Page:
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University of London expected to close Scottish marine biology centre

A marine biology station on the Isle of Cumbrae, off the west coast of Scotland, could shut next year after the Higher Education Funding Council for England decided to stop funding it.

A spokesman for the University of London, which runs the University Marine Biological Station, Millport, told Research Fortnight in an email on 21 December that if no solution is found to “secure the long term viability of the station, it is expected that the decision to close it will be taken at the University’s Board of Trustees meeting on 30 January”.

The station trains between 1,500 and 2,000 marine biology students from a range of UK and European universities each year, and receives around £450,000 annually from HEFCE.

However, following an external report on the station commissioned by HEFCE and co-funder, the Scottish Funding Council, HEFCE decided to phase out this funding. The SFC is yet to announce whether it will continue funding the station.

The station’s deputy director, Fiona Hannah, told Research Fortnight that talks about future capital investment between the Universities of London and St Andrews—which provides academic leadership, but no funding, to the station—had “reached an impasse”.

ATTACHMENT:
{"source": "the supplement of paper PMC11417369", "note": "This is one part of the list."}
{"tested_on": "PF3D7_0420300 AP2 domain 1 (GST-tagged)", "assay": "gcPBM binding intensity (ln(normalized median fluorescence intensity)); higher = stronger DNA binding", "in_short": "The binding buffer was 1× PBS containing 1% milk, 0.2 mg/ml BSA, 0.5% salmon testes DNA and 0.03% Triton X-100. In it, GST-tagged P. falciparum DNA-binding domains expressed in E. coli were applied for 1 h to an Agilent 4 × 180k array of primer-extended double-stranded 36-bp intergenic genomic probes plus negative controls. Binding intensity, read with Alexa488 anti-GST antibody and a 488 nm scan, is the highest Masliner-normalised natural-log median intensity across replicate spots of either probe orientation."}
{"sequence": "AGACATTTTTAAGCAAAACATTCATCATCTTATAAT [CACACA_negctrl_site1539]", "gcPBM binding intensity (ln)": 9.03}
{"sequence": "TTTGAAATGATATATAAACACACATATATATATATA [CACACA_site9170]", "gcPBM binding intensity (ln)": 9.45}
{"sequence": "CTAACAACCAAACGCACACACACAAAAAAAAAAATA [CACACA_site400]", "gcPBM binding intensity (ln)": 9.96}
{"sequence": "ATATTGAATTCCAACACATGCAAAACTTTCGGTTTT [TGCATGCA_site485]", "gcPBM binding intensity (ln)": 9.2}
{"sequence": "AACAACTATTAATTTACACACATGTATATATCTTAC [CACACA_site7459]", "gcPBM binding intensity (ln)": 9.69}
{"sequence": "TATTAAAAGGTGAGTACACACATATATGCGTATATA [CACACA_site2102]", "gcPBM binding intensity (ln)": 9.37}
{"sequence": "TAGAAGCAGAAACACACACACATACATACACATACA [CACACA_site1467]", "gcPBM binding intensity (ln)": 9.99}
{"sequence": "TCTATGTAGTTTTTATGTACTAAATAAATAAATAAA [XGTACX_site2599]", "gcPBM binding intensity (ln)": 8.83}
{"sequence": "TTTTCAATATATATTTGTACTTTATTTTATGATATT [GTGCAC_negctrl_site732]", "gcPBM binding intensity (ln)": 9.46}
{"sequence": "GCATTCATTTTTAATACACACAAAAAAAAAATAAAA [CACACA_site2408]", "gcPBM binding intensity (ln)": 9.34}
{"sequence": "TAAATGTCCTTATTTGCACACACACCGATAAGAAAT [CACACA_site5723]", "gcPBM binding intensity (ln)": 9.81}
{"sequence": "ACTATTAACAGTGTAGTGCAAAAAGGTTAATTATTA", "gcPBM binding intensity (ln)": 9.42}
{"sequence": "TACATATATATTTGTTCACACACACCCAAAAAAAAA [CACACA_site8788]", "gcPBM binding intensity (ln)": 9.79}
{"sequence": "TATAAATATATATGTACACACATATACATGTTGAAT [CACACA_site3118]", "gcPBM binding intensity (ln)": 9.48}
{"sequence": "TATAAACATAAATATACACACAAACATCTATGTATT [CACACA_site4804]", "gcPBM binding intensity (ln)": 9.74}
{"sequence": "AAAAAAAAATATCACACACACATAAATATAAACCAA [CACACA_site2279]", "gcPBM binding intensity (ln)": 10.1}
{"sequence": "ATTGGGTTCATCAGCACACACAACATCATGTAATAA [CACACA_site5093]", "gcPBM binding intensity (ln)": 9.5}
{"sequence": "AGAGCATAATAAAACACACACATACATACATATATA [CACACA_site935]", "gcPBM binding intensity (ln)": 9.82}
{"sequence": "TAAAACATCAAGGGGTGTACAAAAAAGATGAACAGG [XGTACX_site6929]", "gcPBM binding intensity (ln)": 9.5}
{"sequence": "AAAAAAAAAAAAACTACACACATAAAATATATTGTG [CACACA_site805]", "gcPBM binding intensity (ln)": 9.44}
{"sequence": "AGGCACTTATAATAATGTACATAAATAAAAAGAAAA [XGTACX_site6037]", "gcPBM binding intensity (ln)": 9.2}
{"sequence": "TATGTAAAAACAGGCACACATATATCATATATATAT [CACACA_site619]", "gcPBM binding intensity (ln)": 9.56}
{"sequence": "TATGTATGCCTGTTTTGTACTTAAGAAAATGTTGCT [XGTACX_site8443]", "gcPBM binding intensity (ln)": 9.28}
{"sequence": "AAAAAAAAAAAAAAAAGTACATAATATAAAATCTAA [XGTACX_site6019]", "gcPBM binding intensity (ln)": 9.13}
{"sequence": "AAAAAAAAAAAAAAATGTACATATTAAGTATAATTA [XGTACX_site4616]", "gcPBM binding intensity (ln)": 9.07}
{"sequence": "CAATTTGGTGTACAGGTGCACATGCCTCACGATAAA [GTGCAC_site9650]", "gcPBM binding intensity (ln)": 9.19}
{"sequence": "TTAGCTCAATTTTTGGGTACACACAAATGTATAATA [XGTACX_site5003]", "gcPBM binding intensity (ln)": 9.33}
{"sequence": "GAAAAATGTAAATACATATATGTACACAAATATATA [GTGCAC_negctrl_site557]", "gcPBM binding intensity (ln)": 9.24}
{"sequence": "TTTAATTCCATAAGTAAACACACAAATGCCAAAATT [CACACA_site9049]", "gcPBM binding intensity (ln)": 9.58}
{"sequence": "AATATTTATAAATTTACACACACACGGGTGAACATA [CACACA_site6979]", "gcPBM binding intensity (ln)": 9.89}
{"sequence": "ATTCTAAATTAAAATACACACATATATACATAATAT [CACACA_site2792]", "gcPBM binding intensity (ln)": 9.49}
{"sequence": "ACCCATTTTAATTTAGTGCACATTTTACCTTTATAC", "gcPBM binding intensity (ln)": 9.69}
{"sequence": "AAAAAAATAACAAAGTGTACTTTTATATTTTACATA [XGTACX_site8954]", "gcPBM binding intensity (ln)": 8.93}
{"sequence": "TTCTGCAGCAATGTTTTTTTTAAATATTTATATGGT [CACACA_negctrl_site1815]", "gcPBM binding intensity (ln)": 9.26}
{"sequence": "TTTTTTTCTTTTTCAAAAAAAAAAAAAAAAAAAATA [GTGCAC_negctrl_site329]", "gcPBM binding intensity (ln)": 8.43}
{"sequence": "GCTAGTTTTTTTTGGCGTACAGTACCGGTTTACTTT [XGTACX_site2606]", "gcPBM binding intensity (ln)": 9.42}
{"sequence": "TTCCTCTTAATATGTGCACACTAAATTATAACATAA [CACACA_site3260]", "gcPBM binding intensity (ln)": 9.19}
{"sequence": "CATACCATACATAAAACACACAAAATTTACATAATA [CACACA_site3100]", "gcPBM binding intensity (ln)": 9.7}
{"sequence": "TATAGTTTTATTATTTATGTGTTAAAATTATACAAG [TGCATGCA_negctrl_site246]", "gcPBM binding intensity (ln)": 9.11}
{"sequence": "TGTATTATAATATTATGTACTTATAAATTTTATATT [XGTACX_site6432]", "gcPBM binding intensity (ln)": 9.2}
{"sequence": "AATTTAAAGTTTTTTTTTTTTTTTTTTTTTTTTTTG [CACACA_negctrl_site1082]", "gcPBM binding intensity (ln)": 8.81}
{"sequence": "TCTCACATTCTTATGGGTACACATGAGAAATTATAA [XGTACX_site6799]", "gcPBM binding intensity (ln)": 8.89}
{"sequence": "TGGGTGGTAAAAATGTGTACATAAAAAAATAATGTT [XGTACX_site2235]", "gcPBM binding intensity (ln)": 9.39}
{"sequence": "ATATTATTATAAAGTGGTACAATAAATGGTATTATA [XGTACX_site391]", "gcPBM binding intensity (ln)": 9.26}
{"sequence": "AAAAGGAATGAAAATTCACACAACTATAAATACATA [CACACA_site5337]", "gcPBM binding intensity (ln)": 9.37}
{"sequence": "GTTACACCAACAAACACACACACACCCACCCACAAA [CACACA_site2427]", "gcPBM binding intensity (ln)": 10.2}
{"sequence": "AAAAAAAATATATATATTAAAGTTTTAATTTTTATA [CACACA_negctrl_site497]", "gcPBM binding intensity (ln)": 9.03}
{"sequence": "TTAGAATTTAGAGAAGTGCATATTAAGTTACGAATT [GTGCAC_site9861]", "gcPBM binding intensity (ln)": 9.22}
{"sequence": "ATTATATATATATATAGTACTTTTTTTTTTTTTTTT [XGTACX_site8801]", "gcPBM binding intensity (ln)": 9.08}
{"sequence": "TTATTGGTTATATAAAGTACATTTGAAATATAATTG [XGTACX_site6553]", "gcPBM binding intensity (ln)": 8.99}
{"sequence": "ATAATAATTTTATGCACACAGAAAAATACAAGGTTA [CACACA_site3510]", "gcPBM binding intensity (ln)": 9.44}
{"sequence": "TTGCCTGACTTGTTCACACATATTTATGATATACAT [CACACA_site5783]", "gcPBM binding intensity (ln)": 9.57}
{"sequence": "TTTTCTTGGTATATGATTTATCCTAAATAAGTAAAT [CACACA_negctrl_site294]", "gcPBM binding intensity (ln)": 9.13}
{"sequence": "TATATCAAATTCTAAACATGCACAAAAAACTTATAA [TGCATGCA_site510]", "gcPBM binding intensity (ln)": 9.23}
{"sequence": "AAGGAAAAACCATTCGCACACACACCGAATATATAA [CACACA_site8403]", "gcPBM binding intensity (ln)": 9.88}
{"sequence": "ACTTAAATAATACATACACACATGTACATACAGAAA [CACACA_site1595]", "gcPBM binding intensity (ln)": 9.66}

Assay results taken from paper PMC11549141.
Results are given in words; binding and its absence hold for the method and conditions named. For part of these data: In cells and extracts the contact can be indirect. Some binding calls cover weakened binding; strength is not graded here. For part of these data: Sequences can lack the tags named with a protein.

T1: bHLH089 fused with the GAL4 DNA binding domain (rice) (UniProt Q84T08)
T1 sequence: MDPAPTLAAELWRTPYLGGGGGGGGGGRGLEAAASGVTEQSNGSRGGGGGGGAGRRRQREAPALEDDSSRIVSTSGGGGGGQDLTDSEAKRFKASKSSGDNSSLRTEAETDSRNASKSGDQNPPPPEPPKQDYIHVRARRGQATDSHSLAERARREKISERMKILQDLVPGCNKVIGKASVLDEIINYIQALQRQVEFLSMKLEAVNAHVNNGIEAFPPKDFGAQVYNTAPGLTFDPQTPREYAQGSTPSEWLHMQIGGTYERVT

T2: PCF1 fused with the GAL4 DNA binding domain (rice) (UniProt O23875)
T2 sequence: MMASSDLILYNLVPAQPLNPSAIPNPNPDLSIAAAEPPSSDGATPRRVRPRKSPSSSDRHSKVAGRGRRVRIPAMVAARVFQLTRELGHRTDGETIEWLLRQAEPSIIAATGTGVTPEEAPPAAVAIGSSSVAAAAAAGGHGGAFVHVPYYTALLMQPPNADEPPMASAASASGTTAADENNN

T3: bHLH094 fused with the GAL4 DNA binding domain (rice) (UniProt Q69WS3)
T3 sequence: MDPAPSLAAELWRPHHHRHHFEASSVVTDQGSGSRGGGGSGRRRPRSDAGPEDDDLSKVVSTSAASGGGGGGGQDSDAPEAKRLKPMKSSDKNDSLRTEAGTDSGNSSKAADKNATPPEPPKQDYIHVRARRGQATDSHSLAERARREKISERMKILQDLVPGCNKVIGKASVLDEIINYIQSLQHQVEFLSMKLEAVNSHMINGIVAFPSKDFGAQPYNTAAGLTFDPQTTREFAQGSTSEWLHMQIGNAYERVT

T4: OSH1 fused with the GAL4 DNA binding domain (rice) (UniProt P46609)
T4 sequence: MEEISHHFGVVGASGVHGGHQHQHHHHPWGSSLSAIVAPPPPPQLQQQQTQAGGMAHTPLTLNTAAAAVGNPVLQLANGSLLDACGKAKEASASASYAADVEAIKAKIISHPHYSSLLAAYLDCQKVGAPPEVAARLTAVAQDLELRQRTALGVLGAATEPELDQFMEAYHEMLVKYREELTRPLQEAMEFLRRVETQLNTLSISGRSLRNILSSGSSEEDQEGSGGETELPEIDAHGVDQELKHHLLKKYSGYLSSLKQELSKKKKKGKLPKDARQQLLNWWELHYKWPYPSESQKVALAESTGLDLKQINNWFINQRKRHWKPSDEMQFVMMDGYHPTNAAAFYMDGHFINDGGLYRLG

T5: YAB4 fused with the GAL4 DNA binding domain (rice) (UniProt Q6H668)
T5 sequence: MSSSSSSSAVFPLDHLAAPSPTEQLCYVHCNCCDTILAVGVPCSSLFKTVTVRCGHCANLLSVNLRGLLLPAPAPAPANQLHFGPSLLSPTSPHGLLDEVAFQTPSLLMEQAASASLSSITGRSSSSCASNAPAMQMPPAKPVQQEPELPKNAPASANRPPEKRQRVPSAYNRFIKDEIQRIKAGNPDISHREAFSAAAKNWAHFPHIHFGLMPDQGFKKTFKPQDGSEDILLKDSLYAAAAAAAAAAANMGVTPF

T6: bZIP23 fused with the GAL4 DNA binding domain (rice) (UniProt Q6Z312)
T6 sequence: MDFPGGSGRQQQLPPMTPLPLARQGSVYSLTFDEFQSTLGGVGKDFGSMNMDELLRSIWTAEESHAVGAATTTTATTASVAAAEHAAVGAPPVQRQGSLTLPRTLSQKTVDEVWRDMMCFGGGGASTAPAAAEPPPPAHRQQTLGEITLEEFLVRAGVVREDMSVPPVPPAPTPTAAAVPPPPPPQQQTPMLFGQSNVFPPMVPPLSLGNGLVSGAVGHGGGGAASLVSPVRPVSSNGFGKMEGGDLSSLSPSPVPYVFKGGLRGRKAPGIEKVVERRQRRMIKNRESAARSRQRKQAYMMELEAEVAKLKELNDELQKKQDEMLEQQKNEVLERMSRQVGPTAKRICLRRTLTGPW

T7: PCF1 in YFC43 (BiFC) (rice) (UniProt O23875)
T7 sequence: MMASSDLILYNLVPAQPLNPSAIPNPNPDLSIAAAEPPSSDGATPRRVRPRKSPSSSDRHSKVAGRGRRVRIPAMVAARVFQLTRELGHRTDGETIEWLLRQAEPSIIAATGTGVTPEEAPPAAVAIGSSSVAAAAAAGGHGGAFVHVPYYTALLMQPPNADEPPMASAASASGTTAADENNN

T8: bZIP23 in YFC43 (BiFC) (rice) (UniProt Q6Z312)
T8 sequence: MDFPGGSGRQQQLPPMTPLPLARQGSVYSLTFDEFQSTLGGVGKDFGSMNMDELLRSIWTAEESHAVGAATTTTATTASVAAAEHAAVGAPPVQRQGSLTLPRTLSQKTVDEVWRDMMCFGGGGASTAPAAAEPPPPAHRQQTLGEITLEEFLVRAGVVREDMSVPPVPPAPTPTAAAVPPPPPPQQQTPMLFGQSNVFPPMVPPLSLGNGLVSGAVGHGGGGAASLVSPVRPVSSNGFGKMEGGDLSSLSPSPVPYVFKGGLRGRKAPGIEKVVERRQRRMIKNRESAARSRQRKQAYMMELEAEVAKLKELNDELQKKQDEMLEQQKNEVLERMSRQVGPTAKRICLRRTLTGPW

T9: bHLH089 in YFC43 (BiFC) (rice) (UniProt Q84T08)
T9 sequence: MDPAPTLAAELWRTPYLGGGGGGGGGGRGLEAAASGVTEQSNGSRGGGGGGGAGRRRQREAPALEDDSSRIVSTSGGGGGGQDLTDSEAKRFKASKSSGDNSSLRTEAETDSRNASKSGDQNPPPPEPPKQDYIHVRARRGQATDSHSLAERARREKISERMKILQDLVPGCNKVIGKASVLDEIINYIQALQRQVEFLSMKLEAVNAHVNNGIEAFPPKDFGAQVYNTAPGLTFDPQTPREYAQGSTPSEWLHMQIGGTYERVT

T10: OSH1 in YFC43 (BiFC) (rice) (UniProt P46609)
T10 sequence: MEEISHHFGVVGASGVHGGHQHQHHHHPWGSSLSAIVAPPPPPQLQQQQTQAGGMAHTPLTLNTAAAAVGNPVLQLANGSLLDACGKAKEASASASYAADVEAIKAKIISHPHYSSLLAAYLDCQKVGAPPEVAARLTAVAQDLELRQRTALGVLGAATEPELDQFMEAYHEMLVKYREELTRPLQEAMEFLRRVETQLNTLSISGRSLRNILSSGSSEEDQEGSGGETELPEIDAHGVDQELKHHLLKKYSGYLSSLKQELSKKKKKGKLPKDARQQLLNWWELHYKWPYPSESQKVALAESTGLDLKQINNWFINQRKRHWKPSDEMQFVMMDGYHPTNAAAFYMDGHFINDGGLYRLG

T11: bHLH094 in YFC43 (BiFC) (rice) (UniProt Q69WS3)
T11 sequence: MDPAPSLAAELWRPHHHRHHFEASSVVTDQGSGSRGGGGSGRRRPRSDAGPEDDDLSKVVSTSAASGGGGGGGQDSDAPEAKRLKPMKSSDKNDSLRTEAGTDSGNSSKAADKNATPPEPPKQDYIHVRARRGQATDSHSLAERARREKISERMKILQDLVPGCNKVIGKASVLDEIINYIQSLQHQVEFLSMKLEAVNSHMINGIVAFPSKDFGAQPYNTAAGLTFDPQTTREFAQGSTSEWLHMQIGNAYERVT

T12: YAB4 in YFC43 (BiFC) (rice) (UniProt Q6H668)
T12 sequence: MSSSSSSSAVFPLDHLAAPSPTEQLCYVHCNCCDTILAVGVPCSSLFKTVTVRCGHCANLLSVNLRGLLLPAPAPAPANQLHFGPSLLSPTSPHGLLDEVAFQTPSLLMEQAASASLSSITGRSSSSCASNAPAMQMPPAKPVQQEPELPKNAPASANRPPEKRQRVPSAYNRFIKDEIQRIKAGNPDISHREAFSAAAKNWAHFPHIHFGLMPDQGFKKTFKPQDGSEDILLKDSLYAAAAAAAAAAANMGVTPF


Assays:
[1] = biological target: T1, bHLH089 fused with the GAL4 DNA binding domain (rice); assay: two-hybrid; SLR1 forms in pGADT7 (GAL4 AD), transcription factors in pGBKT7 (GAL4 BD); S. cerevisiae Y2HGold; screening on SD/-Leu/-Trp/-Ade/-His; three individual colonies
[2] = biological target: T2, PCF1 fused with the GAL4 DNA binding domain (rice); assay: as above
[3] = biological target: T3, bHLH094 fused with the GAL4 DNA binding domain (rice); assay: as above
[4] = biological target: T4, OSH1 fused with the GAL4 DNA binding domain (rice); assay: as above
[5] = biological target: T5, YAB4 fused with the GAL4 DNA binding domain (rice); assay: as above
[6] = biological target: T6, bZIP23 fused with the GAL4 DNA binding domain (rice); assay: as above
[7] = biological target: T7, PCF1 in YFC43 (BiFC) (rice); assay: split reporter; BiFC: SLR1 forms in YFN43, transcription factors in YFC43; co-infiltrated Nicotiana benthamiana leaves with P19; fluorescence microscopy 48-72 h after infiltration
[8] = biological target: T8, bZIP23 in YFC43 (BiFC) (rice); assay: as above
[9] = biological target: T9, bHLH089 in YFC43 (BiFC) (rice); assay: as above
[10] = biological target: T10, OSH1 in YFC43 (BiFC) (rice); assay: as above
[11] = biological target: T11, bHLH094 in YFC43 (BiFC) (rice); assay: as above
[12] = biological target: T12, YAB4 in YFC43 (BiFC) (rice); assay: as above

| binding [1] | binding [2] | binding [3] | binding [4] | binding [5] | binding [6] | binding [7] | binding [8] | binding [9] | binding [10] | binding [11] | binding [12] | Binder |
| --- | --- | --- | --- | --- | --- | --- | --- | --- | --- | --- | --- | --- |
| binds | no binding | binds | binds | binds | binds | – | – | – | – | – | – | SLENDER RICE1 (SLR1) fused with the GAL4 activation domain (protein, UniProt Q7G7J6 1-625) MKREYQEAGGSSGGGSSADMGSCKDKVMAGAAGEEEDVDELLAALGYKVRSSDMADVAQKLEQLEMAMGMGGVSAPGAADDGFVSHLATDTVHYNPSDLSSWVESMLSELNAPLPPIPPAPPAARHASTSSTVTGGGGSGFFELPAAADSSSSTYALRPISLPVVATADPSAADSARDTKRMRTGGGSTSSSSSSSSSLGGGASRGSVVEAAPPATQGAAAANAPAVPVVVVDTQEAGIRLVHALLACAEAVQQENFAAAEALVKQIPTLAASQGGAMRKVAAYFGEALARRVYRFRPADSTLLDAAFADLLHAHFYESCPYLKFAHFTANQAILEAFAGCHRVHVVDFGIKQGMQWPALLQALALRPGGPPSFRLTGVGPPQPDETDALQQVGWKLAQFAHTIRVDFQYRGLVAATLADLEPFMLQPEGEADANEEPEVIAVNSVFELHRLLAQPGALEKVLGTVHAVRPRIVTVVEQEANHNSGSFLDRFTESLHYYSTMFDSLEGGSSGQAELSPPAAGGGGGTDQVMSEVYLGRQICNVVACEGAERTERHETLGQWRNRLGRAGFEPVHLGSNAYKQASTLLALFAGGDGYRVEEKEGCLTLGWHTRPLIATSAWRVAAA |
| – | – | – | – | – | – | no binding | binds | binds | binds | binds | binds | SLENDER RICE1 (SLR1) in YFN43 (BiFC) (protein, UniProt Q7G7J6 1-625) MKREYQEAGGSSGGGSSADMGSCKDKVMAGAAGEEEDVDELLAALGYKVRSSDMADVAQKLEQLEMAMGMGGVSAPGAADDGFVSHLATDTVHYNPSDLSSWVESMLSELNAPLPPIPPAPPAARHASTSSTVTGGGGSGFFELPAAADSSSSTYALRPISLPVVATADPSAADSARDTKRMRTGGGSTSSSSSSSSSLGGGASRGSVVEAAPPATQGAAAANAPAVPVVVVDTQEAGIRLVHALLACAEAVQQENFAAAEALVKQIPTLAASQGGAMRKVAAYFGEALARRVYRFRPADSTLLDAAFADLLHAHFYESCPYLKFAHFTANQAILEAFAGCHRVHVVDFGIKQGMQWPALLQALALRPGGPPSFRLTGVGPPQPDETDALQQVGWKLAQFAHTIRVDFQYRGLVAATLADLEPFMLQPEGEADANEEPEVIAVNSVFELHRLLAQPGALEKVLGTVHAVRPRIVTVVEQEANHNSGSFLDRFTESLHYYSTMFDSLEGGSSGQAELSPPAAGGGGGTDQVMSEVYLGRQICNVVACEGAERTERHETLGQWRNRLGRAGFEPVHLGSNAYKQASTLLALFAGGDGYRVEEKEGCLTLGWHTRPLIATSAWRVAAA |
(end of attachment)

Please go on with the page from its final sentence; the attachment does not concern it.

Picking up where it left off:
A spokesman for the University of St Andrews said its involvement “was predicated on the firm understanding that there would have to be major capital investment in Millport by other parties to make good on 40 years of under-investment. St Andrews does not have such capital resources to invest in this facility”.

The potential closure of the station, and the associated loss of employment for its 29 full-time employees, has met much opposition on the island, which has a population of less than 1,500.

“The station closing will have a devastating [economic] impact on the island so there’s been a groundswell campaign raised by the islanders themselves,” says Hannah. “We have a huge belief in the importance of the station. We had hoped that with the involvement of St Andrews we would be able to improve its research side, which would have increased jobs in the island.”

Kenneth Gibson, the Scottish National Party MSP for Cunninghame North, raised the issue with the Scottish government. He is expected to meet Scotland’s education minister in the new year to discuss the future of the station.